Originally published on GameInformer.com October 12, 2012, at 7:30 PM.
Selected for Blog Herding -- The Best Blogs of the Community, 10/18/12.
4,728 views as of June 4, 2018.
Update 6/4/18: Select screenshots from this pictorial appear at bottom.
I began playing Dishonored yesterday and spent an hour and a half in game, but what consumed most of my time was not what you might expect. Unless, that is, you know me pretty well, and my penchant for sometimes macabre pursuits (as in, here). But to begin, I had been drawn to the stylized design, open mission structure and gameplay variety. Not that I was able to experience any of that. (Regarding story, I'll only discuss the basic premise, so don't think spoiler alerts are necessary.)
I was able to sample elements of the game such as its impressive art direction. Realistic portrayals have their place, but so do more creative, stylish depictions such as you'll find in Arkane Studio's Dishonored. The developer followed the path of Timesplitters, Second Sight, BioShock, Borderlands, etc., in using designs more appropriate to fantasy than reality. And for its fictional industrial setting of Dunwall, it works well.
Environments do display a variety of influences as do the wonderful wardrobes, and in fact such design can appear realistic and add authenticity to the story. But it's the details in such design, not to mention the character models themselves, that bear the mark of the developers' imaginations and lend necessary elements of mystery and intrigue to the proceedings.
My first excursion off the beaten path involved my character engaging in a game of hide and seek. In the process, I began exploring the limits of the game's platforming, which impressed me with its level of environmental interactivity.
While icons typically alert one to such opportunities, experimentation is important as this wasn't always the case. I was able to scale ledges, walls, furniture and even equipment that I otherwise would have thought was not possible. That said, it's important to know your limitations, as falling can leave its mark. ; )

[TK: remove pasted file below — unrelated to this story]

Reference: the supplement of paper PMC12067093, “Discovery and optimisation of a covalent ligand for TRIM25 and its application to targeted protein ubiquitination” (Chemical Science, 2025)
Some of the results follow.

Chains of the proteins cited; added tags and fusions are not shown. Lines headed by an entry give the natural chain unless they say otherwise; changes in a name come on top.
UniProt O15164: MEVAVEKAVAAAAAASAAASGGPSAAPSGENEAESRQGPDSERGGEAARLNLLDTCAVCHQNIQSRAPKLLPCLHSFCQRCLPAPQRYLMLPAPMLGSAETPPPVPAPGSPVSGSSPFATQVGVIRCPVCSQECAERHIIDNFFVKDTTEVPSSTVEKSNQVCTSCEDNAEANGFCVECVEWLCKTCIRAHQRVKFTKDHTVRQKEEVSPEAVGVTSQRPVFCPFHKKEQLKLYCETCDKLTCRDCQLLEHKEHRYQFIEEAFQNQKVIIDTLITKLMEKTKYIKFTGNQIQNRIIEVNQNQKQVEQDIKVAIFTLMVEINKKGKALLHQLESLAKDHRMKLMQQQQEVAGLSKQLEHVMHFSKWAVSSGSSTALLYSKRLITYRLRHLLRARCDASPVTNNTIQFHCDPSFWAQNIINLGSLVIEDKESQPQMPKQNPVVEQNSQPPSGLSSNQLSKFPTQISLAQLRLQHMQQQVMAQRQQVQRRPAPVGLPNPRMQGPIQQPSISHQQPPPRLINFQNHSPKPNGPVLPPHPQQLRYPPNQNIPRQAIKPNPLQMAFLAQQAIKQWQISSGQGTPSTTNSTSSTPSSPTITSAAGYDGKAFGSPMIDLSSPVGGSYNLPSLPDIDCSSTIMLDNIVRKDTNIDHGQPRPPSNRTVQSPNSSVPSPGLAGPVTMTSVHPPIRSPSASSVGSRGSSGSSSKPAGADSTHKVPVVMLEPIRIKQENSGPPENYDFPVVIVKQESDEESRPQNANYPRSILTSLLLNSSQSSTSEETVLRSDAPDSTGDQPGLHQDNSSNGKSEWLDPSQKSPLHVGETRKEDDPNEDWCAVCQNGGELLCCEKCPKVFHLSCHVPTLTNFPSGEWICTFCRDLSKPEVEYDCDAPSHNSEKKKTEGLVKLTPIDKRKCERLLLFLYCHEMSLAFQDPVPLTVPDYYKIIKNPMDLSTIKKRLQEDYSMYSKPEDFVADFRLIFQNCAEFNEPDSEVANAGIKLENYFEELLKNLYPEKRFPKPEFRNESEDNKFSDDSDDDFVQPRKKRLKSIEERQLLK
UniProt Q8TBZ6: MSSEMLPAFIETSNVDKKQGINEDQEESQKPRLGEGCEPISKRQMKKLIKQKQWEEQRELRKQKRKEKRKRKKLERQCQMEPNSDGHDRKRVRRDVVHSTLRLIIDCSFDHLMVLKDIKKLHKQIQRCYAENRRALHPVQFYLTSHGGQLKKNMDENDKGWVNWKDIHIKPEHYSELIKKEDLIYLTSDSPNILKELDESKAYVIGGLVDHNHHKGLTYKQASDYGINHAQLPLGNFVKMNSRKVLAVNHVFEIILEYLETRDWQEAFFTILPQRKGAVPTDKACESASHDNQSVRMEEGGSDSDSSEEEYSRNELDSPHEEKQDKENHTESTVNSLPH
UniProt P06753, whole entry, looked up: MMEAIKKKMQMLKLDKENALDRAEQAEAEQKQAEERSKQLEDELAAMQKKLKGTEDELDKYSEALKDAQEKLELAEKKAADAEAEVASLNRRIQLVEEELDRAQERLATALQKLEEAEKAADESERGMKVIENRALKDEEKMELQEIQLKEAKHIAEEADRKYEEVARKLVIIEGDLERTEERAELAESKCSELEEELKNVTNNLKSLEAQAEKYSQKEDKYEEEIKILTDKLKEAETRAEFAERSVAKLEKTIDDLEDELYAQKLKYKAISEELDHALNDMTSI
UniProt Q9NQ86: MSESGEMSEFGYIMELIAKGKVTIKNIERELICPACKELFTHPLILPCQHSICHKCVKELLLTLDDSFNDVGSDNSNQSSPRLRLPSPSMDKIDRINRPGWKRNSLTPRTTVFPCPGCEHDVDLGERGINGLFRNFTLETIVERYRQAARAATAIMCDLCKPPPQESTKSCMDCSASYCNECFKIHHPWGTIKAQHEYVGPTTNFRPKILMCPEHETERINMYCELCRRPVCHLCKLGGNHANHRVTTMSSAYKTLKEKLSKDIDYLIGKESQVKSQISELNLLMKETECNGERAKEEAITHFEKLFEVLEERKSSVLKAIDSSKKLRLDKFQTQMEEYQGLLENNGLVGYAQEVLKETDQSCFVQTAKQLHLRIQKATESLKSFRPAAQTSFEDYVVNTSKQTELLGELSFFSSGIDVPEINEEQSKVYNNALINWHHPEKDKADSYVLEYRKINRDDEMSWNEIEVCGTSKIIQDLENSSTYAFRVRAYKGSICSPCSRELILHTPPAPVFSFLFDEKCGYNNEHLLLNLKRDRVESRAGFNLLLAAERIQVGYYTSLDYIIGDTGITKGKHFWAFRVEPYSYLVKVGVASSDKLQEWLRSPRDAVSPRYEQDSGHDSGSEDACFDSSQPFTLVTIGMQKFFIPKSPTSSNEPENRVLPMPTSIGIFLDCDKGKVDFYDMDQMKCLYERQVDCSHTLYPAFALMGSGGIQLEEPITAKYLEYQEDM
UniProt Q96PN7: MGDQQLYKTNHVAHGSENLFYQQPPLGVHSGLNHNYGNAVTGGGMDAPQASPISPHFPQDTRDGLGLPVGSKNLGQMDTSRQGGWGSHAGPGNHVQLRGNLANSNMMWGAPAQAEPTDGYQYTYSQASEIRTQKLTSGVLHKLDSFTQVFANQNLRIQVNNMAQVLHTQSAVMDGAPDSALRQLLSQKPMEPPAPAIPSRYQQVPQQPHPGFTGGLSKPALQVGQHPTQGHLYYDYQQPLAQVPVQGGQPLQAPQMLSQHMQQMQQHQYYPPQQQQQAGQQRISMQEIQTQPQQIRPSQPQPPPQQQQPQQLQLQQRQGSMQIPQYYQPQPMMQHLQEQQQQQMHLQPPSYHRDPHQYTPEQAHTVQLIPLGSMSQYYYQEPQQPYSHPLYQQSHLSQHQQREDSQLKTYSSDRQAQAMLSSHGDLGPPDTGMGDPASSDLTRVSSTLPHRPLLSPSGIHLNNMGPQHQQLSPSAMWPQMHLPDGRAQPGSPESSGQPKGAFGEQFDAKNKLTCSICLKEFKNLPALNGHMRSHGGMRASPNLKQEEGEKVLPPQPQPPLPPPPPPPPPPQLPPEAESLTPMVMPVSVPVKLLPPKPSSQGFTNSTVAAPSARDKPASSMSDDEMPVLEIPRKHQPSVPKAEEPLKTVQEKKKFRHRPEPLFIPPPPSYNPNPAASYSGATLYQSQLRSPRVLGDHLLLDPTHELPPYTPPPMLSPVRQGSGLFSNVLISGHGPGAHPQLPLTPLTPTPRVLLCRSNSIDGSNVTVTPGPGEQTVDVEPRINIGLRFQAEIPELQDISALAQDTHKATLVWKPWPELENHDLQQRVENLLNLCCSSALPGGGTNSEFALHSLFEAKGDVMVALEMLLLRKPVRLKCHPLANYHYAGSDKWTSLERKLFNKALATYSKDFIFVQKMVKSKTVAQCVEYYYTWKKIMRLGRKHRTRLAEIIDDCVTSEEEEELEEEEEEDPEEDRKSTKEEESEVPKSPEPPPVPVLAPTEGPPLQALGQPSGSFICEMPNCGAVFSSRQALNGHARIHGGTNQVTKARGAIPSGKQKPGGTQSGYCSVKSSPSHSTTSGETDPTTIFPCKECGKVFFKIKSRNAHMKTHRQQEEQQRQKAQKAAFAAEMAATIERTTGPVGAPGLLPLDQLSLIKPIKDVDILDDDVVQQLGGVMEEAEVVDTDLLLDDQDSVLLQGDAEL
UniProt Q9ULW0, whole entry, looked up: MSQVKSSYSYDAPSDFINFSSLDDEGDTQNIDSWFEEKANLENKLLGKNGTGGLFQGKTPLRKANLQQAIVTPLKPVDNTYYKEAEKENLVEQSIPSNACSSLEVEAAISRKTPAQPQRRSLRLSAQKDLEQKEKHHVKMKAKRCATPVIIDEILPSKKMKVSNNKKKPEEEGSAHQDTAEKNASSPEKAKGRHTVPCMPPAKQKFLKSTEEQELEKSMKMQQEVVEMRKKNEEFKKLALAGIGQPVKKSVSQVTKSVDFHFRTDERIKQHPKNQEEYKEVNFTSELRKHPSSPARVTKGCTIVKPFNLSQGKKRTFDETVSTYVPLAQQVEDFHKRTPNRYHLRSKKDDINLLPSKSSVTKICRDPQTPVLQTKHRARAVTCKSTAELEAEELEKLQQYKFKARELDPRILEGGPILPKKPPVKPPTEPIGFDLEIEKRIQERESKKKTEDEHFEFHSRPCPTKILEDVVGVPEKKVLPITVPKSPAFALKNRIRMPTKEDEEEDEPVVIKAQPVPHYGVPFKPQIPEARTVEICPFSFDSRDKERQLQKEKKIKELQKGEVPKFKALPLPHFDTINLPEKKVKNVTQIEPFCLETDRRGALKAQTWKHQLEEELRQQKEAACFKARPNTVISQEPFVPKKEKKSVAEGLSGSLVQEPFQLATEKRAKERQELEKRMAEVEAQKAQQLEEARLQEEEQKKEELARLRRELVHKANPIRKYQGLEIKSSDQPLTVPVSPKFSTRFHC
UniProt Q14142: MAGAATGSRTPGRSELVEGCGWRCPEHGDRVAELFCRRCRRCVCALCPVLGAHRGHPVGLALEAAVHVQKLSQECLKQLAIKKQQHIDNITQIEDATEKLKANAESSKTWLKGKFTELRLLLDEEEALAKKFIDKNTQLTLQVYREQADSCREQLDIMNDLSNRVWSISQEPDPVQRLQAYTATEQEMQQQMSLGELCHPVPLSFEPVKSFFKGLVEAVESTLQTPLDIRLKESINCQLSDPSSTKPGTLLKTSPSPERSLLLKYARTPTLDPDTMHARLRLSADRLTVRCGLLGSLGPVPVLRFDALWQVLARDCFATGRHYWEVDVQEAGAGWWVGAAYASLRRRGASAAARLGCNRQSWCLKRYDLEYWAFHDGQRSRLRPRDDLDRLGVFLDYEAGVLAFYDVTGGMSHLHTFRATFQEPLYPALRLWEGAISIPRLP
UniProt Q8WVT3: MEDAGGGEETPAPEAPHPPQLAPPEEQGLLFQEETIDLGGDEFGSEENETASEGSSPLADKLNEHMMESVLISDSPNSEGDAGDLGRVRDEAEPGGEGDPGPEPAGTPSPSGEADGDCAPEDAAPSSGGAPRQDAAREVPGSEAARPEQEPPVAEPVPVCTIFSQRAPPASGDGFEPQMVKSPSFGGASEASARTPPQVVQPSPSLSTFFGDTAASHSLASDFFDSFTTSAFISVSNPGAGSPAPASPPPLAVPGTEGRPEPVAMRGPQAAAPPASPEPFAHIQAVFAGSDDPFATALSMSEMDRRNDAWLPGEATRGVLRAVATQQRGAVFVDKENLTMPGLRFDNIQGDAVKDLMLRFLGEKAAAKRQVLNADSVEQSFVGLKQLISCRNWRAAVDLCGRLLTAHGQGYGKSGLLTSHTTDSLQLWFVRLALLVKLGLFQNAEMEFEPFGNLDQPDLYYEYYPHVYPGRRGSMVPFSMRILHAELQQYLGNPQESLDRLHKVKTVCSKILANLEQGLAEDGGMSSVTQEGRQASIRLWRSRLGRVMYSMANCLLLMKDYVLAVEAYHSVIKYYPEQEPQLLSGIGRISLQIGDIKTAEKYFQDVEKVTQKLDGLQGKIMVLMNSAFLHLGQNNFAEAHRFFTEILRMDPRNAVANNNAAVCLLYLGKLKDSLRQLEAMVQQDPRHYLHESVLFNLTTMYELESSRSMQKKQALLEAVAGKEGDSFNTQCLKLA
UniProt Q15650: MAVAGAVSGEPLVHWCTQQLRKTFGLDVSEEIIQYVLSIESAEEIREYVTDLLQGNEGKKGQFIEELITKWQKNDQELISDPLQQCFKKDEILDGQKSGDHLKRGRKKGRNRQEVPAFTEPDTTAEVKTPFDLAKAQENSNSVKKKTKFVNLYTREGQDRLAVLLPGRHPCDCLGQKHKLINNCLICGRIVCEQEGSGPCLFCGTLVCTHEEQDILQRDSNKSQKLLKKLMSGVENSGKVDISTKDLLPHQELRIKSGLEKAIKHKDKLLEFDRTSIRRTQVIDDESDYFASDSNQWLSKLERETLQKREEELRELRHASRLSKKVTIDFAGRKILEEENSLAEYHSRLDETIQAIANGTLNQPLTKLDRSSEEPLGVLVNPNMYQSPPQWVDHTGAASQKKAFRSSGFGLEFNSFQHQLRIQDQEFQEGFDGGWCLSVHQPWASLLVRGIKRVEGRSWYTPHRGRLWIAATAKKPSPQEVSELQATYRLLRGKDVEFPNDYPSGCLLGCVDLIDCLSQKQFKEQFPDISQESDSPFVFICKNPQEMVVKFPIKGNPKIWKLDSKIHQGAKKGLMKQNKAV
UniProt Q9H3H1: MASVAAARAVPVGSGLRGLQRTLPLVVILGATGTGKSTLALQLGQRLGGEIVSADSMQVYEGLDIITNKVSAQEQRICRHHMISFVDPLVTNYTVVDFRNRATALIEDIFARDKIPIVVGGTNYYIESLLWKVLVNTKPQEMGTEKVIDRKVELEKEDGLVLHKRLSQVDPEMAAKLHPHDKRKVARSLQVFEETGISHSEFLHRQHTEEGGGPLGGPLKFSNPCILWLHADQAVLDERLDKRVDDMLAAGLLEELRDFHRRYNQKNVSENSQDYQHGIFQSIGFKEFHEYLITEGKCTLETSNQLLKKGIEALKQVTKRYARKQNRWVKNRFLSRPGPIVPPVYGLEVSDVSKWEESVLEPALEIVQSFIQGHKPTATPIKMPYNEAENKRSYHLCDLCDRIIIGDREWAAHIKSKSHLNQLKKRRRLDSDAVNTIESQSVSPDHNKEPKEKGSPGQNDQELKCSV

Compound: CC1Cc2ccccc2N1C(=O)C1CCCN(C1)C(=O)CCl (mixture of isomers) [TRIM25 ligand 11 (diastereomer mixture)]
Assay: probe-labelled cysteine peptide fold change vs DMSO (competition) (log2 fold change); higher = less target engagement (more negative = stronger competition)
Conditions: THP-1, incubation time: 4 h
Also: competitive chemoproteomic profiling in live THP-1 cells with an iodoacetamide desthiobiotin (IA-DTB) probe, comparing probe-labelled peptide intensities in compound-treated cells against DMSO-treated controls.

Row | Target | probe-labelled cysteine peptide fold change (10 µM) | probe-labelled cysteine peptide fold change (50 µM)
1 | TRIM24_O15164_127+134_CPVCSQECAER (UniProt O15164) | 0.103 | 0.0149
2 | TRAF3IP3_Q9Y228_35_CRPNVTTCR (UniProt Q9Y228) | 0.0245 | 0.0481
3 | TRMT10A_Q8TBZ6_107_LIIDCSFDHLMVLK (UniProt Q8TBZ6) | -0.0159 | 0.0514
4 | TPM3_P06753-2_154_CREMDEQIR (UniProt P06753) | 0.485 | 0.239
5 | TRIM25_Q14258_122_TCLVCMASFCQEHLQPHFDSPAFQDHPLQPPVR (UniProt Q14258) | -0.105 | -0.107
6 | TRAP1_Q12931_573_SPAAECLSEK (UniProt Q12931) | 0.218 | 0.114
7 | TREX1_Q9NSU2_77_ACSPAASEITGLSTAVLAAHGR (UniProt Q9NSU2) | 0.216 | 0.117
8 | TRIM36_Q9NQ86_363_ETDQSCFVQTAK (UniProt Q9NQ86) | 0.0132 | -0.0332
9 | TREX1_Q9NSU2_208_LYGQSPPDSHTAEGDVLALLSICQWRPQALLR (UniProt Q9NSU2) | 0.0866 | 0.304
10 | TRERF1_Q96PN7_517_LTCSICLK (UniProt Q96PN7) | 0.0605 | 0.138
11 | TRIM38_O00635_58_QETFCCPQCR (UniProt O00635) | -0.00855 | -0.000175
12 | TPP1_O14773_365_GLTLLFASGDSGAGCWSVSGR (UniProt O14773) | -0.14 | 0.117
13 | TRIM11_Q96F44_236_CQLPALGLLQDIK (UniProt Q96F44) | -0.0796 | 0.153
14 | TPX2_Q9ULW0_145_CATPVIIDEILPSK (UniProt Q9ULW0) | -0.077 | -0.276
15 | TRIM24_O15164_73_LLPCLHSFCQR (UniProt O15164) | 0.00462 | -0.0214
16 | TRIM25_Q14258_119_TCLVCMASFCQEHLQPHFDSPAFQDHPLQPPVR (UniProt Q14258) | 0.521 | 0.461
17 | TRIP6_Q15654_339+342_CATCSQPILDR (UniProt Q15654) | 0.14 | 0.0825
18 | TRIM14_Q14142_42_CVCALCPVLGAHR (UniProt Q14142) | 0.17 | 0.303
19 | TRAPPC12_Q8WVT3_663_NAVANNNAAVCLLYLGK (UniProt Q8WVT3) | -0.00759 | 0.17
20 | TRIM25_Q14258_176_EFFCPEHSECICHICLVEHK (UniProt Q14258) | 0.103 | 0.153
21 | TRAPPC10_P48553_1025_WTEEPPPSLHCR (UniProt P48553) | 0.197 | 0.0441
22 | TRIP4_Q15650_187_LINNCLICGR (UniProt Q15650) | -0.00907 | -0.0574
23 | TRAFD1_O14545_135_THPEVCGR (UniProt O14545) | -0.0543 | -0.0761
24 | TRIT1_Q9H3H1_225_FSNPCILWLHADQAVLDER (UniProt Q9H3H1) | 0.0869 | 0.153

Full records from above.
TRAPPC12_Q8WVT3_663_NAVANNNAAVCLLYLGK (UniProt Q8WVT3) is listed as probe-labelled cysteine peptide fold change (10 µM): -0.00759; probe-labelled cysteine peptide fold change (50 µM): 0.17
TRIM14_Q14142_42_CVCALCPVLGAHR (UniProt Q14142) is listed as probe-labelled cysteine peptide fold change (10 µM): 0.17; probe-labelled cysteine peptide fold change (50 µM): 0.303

Non-player characters, besides having compelling features and unique wardrobes, all interact with your character to various degrees. Typically they will engage in brief conversations that provide a give and take until they've exhausted their dialog. Thankfully, they rarely if ever repeat themselves as is the case in other games, and the dialog itself is believable, while voice acting is neither over the top nor uninspired (so far).
The characters seem strong enough as far as dialog is concerned though it's too early to tell whether they are three dimensional or more conventional. What IS apparent at the beginning is that the narrative follows a familiar path.
The basic premise is that your character has been framed for the murder of a leader you were sworn to protect. The Witcher springs immediately to mind though I believe this same thread has run through other titles as well. While Corvo Attano does pursue a vengeful path, hopefully the story's trajectory diverges in more interesting ways from other similar tales.
At this point the combat is introduced in the context of your escape. Soon armed with a blade, I experimented with its edge and found that this city's rodent problem was no match as one swing turned each into bite sized lumps of bloody meat. Importantly you can't pick up the pieces of plague infested rat for sustenance. I then decided to take a swing at an inmate on the other side of his cell's bars, assuming he could not be reached by my blade. Boy, was I wrong!